Since the 2016 launch of the Mitsubishi Xpander in Asia, the car has been a resounding success. It’s no different in South Africa as July 2021 showed that the Xpander was Mitsubishi’s second best-selling car with 65 new units which is just two units shy of the much more established Mitsubishi Pajero Sport.
While the figures may not seem mind-blowing, it’s almost on par with a Mitsubishi stalwart and that in itself is a worthy statement. Still relatively new compared to other 7-seaters, the Mitsubishi Xpander is already showing its worth and here is a closer look at the styling aspects, technology and performance.
The first thing you’ll notice on the Mitsubishi Xpander is the futuristic-looking front design, taking inspiration from the Mitsubishi Triton and Pajero Sport. Unlike many other 7-seaters that don’t cost a fortune, the Xpander has the interior of a multi-purpose vehicle but it’s all SUV action on the outside.
The daytime running lights, grille, fog and headlights appear as one complete piece which is certainly something different but it’s not out of place against a white body colour. With sporty 15-inch alloy wheels on the manual model and 16-inch on the automatic derivative, wide flared fenders, the Mitsubishi Xpander looks tougher than similar cars in the segment.
The headlights are crystal clear combined with daytime running lights and L-illuminated LED taillights flowing seamlessly onto the tailgate to add further impetus to the overall look. It has a higher ground clearance of 205 mm which is just another feature that not only adds flavour but it also emphasises its sporty but practical capabilities.
The basic interior is what you’d expect with parts like the dashboard and door panels made from hard plastic. However, the quality of workmanship is second to none following the principle of ‘Omotenashi’ for the driver and passengers. Loosely translated, it means “attention to detail and anticipating the guests’ needs.”
A closer look will reveal features with a stitching pattern to emulate a leather trim stitching. Standard features include the following:
The multi-information display is not overly massive but it has everything you need and, more importantly, it’s easy to use.
The Mitsubishi Xpander is certainly not short on space as there is ample room across the board thanks to the 60/40 split. It gets even bigger when you fold down the third row of seats and unlike some other brands, it goes completely flat.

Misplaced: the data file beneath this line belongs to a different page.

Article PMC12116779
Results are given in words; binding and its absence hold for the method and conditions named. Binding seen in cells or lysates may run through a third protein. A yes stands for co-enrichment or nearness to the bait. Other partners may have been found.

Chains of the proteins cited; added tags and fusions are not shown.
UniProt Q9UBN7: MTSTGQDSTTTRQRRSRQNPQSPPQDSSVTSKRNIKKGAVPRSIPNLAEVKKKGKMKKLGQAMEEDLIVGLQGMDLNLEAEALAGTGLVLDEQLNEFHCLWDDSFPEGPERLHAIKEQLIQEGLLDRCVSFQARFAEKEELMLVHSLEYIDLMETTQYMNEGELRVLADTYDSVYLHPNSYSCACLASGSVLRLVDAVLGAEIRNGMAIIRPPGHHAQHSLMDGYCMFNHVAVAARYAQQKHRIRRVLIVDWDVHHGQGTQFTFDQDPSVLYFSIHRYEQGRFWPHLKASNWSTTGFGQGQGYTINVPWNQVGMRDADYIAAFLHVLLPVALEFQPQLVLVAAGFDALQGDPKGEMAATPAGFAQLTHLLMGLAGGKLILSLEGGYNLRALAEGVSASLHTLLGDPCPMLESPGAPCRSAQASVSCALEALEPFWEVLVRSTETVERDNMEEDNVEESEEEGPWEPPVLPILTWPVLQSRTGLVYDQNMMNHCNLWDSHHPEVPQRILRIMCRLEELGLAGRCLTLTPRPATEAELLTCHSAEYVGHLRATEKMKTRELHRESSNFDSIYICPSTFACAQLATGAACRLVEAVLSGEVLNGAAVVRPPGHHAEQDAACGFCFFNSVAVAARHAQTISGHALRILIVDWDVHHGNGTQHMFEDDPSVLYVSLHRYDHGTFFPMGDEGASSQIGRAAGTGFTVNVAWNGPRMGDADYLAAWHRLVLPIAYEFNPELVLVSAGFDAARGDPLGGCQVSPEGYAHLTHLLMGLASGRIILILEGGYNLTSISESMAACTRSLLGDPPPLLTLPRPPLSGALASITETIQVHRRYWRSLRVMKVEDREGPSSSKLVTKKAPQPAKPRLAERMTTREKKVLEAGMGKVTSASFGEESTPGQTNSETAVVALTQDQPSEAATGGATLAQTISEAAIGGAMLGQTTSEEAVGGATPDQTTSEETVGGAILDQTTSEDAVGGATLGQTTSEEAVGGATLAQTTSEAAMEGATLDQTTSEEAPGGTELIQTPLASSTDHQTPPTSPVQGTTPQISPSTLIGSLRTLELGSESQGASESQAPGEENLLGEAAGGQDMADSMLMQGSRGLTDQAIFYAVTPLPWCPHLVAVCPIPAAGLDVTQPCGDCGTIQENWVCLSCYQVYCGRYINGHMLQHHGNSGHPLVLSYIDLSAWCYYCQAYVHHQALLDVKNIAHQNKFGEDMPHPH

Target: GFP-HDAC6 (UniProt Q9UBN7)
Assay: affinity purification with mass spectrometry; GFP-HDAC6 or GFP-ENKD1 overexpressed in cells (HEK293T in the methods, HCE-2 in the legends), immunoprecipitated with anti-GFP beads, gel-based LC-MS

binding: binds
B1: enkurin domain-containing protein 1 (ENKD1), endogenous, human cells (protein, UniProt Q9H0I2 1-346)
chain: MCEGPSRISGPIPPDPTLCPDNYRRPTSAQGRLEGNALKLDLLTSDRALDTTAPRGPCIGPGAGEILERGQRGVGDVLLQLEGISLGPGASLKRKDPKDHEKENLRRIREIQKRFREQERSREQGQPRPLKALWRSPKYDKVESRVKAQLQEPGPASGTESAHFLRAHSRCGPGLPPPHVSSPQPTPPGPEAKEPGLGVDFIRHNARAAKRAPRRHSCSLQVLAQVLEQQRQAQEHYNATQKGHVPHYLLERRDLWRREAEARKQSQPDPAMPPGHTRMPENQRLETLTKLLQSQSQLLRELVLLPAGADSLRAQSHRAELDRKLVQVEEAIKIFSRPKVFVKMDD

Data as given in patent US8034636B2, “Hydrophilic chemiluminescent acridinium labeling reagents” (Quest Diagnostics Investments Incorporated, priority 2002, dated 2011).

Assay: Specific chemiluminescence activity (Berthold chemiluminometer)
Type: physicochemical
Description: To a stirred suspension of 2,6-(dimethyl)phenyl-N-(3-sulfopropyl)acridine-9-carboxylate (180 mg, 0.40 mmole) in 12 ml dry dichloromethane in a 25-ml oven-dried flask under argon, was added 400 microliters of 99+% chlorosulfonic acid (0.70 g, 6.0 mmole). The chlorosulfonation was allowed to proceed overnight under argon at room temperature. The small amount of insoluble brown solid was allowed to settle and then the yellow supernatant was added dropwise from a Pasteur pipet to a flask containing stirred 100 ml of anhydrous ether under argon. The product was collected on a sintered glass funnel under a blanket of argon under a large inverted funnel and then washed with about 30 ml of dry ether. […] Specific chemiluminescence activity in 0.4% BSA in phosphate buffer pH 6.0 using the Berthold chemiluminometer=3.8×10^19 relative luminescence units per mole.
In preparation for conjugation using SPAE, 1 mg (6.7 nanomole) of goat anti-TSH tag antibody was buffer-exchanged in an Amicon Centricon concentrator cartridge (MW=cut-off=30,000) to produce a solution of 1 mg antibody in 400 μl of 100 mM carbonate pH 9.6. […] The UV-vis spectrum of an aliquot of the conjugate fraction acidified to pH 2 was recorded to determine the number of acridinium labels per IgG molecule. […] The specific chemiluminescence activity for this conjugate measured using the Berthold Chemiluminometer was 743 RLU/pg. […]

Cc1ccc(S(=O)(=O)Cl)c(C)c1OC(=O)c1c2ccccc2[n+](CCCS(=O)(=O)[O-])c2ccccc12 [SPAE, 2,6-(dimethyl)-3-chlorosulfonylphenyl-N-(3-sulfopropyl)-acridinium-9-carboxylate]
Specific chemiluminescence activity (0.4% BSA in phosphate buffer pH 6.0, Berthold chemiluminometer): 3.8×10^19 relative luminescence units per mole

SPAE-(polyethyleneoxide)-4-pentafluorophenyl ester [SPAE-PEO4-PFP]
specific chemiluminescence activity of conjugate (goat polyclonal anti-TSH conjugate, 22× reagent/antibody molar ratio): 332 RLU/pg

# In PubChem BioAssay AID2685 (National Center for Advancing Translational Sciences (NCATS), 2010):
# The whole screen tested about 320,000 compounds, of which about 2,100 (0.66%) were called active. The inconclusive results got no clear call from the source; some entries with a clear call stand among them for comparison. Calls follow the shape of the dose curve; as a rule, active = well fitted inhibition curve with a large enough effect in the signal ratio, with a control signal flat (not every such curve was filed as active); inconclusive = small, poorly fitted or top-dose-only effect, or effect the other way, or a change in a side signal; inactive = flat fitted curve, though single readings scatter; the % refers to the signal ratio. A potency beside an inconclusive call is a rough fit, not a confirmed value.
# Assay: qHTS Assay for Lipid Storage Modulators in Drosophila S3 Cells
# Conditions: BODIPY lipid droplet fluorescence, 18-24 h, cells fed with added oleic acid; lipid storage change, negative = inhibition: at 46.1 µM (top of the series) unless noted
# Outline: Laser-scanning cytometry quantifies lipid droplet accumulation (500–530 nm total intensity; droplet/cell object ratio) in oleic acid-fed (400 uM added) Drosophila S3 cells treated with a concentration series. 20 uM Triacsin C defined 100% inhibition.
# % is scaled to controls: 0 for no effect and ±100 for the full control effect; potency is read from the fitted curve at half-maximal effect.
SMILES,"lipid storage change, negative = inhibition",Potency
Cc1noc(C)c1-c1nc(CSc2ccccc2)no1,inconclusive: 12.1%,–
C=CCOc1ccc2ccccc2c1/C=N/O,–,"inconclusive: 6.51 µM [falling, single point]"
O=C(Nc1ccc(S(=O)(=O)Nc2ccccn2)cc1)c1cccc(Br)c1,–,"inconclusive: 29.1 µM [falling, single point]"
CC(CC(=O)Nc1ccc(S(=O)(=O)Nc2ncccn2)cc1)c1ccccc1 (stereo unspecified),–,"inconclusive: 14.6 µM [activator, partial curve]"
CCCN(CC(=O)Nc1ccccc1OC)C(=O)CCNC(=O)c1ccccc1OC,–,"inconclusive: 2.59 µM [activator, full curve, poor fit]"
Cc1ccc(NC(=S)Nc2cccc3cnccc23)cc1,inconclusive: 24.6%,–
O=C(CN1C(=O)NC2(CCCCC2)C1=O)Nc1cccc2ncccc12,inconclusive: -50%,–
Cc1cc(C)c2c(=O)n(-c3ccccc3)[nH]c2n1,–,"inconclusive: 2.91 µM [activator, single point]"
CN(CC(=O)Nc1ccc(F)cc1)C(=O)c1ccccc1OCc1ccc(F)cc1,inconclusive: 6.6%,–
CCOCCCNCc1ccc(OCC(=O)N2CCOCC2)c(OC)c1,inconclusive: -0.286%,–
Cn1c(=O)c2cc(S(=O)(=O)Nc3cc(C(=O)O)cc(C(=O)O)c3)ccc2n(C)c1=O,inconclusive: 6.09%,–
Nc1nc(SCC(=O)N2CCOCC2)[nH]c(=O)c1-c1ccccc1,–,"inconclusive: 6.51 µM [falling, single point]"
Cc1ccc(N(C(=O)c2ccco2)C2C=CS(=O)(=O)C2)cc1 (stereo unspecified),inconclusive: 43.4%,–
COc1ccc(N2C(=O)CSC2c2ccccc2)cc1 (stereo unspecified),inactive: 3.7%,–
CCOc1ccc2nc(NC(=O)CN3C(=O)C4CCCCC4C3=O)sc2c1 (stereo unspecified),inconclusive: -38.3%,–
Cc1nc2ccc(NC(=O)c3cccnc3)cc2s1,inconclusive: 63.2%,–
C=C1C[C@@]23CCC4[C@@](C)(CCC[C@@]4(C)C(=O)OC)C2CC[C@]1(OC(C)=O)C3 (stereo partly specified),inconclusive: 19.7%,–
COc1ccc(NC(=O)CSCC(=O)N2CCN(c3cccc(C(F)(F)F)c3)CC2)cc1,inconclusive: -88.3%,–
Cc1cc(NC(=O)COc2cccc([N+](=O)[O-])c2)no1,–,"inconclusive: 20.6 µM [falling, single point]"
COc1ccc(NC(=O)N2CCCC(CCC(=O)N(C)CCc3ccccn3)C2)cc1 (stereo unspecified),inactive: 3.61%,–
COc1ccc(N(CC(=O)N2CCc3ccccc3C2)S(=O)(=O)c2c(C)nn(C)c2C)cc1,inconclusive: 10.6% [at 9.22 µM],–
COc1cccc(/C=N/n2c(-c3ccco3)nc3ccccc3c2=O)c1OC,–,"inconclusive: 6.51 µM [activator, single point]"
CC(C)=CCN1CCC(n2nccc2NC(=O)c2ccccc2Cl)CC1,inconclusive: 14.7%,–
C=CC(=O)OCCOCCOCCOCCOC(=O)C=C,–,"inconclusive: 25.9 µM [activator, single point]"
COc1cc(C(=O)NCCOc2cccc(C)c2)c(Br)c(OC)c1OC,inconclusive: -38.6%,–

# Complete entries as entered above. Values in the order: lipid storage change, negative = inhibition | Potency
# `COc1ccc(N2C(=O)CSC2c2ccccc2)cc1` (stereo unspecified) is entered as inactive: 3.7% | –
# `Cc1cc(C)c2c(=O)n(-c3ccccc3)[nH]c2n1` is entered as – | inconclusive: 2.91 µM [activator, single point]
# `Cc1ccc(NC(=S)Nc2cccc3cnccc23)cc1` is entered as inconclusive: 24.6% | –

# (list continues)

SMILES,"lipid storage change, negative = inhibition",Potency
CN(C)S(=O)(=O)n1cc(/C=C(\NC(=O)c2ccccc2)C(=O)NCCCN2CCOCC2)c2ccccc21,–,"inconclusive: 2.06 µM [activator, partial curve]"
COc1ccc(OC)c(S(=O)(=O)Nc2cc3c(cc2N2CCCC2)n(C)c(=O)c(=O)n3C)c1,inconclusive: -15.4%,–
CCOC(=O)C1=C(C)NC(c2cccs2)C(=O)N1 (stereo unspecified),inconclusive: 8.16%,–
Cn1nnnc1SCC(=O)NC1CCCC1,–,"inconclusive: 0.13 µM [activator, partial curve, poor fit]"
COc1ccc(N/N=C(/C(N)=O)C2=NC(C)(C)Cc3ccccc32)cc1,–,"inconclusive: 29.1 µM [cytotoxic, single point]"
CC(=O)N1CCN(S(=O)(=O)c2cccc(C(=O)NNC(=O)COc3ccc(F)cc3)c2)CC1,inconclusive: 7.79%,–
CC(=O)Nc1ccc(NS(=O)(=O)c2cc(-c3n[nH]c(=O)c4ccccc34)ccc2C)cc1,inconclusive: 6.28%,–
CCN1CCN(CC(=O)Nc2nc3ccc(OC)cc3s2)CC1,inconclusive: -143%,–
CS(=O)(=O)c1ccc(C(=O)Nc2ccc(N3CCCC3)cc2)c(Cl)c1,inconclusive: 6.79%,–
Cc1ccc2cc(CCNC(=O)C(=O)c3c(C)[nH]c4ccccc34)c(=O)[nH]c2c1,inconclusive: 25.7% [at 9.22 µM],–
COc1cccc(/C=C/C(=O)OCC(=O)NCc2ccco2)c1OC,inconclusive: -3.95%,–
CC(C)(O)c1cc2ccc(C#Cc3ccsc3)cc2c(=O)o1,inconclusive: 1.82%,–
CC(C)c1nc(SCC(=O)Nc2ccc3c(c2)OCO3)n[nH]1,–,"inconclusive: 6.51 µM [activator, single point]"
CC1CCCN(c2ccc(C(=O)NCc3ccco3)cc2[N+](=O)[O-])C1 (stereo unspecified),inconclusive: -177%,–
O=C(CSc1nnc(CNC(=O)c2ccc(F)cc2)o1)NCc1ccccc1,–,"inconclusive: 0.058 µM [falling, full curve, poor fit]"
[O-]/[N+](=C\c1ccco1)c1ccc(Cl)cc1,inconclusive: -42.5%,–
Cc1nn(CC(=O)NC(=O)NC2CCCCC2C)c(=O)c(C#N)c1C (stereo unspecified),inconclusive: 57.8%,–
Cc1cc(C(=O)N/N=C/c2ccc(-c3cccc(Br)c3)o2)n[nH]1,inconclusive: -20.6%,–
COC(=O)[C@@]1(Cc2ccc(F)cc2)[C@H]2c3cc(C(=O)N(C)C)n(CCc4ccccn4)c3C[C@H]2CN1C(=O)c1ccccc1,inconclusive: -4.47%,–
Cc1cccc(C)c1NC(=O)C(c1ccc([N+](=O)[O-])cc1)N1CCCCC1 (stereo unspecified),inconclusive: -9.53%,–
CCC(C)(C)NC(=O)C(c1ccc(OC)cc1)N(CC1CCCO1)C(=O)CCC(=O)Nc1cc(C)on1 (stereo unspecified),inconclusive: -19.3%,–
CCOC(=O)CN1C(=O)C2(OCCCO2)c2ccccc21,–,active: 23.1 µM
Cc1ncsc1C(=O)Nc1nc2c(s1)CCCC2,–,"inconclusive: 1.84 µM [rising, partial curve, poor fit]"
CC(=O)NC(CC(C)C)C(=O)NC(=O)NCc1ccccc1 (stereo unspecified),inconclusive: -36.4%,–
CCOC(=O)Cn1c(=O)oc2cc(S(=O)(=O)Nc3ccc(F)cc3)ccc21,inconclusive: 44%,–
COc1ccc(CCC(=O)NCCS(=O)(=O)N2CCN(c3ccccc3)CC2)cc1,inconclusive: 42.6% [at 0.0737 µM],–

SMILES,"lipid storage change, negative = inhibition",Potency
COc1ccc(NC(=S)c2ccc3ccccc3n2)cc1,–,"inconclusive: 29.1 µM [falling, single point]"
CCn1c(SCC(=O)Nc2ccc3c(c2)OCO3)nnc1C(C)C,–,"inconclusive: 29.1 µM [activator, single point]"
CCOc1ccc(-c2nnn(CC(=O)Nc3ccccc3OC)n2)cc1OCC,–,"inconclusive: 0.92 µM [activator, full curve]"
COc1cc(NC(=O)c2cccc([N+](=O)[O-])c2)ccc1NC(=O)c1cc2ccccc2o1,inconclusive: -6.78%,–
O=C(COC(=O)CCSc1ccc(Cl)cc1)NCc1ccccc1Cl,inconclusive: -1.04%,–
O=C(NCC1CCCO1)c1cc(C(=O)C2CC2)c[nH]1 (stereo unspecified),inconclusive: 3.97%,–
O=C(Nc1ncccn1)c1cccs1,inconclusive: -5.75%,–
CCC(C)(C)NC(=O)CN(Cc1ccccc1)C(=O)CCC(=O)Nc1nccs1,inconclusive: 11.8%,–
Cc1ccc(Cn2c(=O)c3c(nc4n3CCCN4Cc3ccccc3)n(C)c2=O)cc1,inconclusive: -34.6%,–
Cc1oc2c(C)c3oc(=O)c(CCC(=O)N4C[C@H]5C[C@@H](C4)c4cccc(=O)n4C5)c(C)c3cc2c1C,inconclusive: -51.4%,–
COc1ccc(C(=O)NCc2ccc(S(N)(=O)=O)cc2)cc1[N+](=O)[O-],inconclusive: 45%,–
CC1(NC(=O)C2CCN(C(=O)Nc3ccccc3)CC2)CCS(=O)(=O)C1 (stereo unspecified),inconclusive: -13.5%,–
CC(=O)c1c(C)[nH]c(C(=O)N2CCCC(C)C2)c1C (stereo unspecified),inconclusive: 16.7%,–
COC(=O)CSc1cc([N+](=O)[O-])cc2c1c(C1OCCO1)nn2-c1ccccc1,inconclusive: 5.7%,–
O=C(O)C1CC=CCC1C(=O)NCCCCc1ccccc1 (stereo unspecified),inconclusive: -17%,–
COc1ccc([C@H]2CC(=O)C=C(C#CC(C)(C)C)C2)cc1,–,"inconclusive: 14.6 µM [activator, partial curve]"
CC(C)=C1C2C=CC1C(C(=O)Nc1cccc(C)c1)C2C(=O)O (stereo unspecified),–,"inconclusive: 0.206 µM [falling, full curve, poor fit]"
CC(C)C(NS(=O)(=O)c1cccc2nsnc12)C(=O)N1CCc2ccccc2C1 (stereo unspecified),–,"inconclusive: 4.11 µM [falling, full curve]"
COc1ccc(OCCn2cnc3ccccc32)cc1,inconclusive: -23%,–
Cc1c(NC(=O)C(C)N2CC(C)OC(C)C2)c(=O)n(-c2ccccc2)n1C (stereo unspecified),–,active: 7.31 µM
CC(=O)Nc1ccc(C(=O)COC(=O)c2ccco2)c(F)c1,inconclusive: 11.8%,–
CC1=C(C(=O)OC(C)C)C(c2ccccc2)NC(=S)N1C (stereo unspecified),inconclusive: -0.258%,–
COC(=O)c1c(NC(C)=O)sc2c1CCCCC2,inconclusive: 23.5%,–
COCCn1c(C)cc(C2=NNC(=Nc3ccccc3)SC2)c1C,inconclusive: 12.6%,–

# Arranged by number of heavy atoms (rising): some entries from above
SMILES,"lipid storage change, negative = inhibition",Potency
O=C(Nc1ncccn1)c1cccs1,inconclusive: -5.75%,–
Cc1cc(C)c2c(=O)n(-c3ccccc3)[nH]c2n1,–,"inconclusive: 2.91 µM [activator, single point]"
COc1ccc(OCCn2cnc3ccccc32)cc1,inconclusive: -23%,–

The new Mitsubishi Xpander seems to have it all figured out with good performance, fuel consumption and reduced noise. According to Mitsubishi, it’s made possible thanks to their durable 1.5-litre DOHC 16-valve aluminium block engine.
It features Mitsubishi’s Intelligent Innovative Valve Timing Lift Electronic Control (MIVEC) system and ECI multipoint fuel injection. This particular powertrain delivers 77kW at 6000rpm, with 141Nm of peak torque at 4000rpm.
With a fuel tank of 45 litres, the average claimed fuel consumption in a combined cycle is 6.9l/100km on the manual Xpander and 7l/100km for the automatic model. The Xpander is available with a four-speed automatic and five-speed manual gearbox.
Considering its classified as a people carrier, the new Mitsubishi Xpander features a wide range of innovative safety features as standard. The Xpander is designed to protect the driver, all of the passengers and other road users with these safety features:
With a price of only R299 995* for the manual and R319 995* for the automatic, and all the standard features, the Mitsubishi Xpander is a solid contender among other formidable 7-seaters. It will go up against cheaper competition like the Toyota Avanza and Renault Triber but with so much more on offer.
If you want a proper family car without spending a fortune, look no further than the new Mitsubishi Xpander. With all the added extras, price tag, performance, safety features and oodles of space, you can’t go wrong. For more information, or to book a test drive, visit our Mitsubishi Xpander information page today!
*Pricing accurate as of September 2021.